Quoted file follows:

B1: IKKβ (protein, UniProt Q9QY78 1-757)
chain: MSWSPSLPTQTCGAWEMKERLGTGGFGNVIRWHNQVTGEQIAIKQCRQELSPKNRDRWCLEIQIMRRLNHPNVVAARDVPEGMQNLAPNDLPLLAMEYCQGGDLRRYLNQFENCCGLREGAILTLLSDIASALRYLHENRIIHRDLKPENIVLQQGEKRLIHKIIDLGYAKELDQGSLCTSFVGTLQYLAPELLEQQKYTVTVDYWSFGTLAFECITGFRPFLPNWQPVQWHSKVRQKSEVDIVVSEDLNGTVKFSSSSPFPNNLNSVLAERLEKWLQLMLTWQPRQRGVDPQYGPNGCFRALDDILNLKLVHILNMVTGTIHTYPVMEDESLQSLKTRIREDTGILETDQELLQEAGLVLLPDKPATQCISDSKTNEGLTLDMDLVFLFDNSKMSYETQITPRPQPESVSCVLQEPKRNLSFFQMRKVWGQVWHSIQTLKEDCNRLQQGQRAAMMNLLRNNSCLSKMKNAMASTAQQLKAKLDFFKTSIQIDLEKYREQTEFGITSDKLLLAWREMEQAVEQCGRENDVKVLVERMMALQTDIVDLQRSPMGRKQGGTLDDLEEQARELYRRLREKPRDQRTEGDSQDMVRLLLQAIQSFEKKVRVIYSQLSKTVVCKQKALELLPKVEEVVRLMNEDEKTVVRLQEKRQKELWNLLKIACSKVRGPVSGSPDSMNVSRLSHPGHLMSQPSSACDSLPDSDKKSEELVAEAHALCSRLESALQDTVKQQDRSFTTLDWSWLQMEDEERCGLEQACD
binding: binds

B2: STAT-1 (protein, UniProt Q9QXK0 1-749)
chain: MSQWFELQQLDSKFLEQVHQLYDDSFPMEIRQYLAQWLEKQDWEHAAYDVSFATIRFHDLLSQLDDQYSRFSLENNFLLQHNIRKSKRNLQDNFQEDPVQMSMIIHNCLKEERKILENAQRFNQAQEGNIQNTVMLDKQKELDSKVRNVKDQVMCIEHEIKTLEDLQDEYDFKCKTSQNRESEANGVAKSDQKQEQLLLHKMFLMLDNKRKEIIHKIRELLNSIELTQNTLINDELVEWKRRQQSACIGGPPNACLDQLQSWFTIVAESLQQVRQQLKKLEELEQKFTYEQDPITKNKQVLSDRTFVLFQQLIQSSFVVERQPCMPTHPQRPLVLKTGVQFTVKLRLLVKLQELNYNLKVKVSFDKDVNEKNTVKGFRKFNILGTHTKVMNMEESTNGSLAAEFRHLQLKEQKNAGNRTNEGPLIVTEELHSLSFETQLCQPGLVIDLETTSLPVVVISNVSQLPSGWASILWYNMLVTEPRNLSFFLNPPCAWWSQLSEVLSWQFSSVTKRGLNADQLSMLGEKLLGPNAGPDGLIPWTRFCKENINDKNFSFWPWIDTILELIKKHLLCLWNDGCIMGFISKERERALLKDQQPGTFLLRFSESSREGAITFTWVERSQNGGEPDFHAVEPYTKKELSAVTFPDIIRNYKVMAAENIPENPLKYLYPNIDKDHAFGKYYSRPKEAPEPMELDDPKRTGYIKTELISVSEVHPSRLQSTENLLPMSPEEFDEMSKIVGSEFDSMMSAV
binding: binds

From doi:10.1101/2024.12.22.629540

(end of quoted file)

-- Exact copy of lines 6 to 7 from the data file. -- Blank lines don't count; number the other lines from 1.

binding: binds

From doi:10.1101/2024.12.22.629540